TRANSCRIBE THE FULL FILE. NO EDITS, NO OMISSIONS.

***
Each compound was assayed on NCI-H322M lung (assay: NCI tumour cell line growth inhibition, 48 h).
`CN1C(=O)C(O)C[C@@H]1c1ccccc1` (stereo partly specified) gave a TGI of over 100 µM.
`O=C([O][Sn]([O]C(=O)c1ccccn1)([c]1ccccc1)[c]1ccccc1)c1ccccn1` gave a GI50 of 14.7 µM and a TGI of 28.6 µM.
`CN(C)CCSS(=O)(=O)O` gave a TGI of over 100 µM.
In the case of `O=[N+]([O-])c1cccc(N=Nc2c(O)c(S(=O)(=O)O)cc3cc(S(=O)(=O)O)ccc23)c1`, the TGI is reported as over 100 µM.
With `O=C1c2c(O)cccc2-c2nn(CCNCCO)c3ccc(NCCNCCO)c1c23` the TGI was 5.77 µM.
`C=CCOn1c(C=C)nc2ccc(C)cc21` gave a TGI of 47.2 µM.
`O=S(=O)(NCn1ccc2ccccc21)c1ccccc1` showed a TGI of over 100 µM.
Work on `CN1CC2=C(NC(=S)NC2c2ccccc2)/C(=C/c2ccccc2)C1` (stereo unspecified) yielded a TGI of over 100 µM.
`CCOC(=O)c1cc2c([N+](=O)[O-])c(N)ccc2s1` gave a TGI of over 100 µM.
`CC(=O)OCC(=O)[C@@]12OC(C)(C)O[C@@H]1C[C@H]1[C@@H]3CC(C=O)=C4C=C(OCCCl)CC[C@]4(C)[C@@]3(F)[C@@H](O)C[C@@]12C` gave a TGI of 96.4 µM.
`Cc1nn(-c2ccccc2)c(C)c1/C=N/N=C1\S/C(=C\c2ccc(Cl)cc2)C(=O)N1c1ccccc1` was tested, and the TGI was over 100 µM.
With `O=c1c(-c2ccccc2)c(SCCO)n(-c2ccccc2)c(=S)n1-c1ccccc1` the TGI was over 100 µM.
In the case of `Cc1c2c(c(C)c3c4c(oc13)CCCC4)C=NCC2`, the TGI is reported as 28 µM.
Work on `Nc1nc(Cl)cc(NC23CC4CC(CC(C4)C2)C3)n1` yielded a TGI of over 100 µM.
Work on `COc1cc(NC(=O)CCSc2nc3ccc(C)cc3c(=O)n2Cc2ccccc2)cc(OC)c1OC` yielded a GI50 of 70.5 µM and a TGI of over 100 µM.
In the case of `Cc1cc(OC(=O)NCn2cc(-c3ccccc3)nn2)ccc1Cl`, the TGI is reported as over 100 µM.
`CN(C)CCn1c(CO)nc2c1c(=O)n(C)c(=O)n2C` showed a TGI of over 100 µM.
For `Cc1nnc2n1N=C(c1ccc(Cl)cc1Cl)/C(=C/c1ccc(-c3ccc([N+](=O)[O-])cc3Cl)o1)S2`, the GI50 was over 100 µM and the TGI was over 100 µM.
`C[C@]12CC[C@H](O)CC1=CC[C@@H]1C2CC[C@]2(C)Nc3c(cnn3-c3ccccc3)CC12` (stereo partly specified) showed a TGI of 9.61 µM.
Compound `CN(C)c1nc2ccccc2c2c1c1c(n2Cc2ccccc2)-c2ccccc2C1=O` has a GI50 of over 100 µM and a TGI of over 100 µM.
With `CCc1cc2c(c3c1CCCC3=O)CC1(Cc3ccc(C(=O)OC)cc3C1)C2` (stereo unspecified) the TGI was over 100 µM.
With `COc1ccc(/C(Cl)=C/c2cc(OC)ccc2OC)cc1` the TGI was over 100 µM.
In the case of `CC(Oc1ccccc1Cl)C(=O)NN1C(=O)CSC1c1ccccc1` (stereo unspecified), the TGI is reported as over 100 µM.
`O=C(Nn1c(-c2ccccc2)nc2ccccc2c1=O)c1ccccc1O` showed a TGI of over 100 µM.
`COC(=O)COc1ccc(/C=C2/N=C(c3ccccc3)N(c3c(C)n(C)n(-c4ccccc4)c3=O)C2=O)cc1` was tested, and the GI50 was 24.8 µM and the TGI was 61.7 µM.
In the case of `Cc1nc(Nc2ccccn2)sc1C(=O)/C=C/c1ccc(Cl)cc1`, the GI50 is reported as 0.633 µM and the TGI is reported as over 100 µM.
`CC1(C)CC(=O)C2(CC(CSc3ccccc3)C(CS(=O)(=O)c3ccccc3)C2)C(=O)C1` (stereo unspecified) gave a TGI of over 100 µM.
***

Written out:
Each compound was assayed on NCI-H322M lung (assay: NCI tumour cell line growth inhibition, 48 h).
`CN1C(=O)C(O)C[C@@H]1c1ccccc1` (stereo partly specified) gave a TGI of over 100 µM.
`O=C([O][Sn]([O]C(=O)c1ccccn1)([c]1ccccc1)[c]1ccccc1)c1ccccn1` gave a GI50 of 14.7 µM and a TGI of 28.6 µM.
`CN(C)CCSS(=O)(=O)O` gave a TGI of over 100 µM.
In the case of `O=[N+]([O-])c1cccc(N=Nc2c(O)c(S(=O)(=O)O)cc3cc(S(=O)(=O)O)ccc23)c1`, the TGI is reported as over 100 µM.
With `O=C1c2c(O)cccc2-c2nn(CCNCCO)c3ccc(NCCNCCO)c1c23` the TGI was 5.77 µM.
`C=CCOn1c(C=C)nc2ccc(C)cc21` gave a TGI of 47.2 µM.
`O=S(=O)(NCn1ccc2ccccc21)c1ccccc1` showed a TGI of over 100 µM.
Work on `CN1CC2=C(NC(=S)NC2c2ccccc2)/C(=C/c2ccccc2)C1` (stereo unspecified) yielded a TGI of over 100 µM.
`CCOC(=O)c1cc2c([N+](=O)[O-])c(N)ccc2s1` gave a TGI of over 100 µM.
`CC(=O)OCC(=O)[C@@]12OC(C)(C)O[C@@H]1C[C@H]1[C@@H]3CC(C=O)=C4C=C(OCCCl)CC[C@]4(C)[C@@]3(F)[C@@H](O)C[C@@]12C` gave a TGI of 96.4 µM.
`Cc1nn(-c2ccccc2)c(C)c1/C=N/N=C1\S/C(=C\c2ccc(Cl)cc2)C(=O)N1c1ccccc1` was tested, and the TGI was over 100 µM.
With `O=c1c(-c2ccccc2)c(SCCO)n(-c2ccccc2)c(=S)n1-c1ccccc1` the TGI was over 100 µM.
In the case of `Cc1c2c(c(C)c3c4c(oc13)CCCC4)C=NCC2`, the TGI is reported as 28 µM.
Work on `Nc1nc(Cl)cc(NC23CC4CC(CC(C4)C2)C3)n1` yielded a TGI of over 100 µM.
Work on `COc1cc(NC(=O)CCSc2nc3ccc(C)cc3c(=O)n2Cc2ccccc2)cc(OC)c1OC` yielded a GI50 of 70.5 µM and a TGI of over 100 µM.
In the case of `Cc1cc(OC(=O)NCn2cc(-c3ccccc3)nn2)ccc1Cl`, the TGI is reported as over 100 µM.
`CN(C)CCn1c(CO)nc2c1c(=O)n(C)c(=O)n2C` showed a TGI of over 100 µM.
For `Cc1nnc2n1N=C(c1ccc(Cl)cc1Cl)/C(=C/c1ccc(-c3ccc([N+](=O)[O-])cc3Cl)o1)S2`, the GI50 was over 100 µM and the TGI was over 100 µM.
`C[C@]12CC[C@H](O)CC1=CC[C@@H]1C2CC[C@]2(C)Nc3c(cnn3-c3ccccc3)CC12` (stereo partly specified) showed a TGI of 9.61 µM.
Compound `CN(C)c1nc2ccccc2c2c1c1c(n2Cc2ccccc2)-c2ccccc2C1=O` has a GI50 of over 100 µM and a TGI of over 100 µM.
With `CCc1cc2c(c3c1CCCC3=O)CC1(Cc3ccc(C(=O)OC)cc3C1)C2` (stereo unspecified) the TGI was over 100 µM.
With `COc1ccc(/C(Cl)=C/c2cc(OC)ccc2OC)cc1` the TGI was over 100 µM.
In the case of `CC(Oc1ccccc1Cl)C(=O)NN1C(=O)CSC1c1ccccc1` (stereo unspecified), the TGI is reported as over 100 µM.
`O=C(Nn1c(-c2ccccc2)nc2ccccc2c1=O)c1ccccc1O` showed a TGI of over 100 µM.
`COC(=O)COc1ccc(/C=C2/N=C(c3ccccc3)N(c3c(C)n(C)n(-c4ccccc4)c3=O)C2=O)cc1` was tested, and the GI50 was 24.8 µM and the TGI was 61.7 µM.
In the case of `Cc1nc(Nc2ccccn2)sc1C(=O)/C=C/c1ccc(Cl)cc1`, the GI50 is reported as 0.633 µM and the TGI is reported as over 100 µM.
`CC1(C)CC(=O)C2(CC(CSc3ccccc3)C(CS(=O)(=O)c3ccccc3)C2)C(=O)C1` (stereo unspecified) gave a TGI of over 100 µM.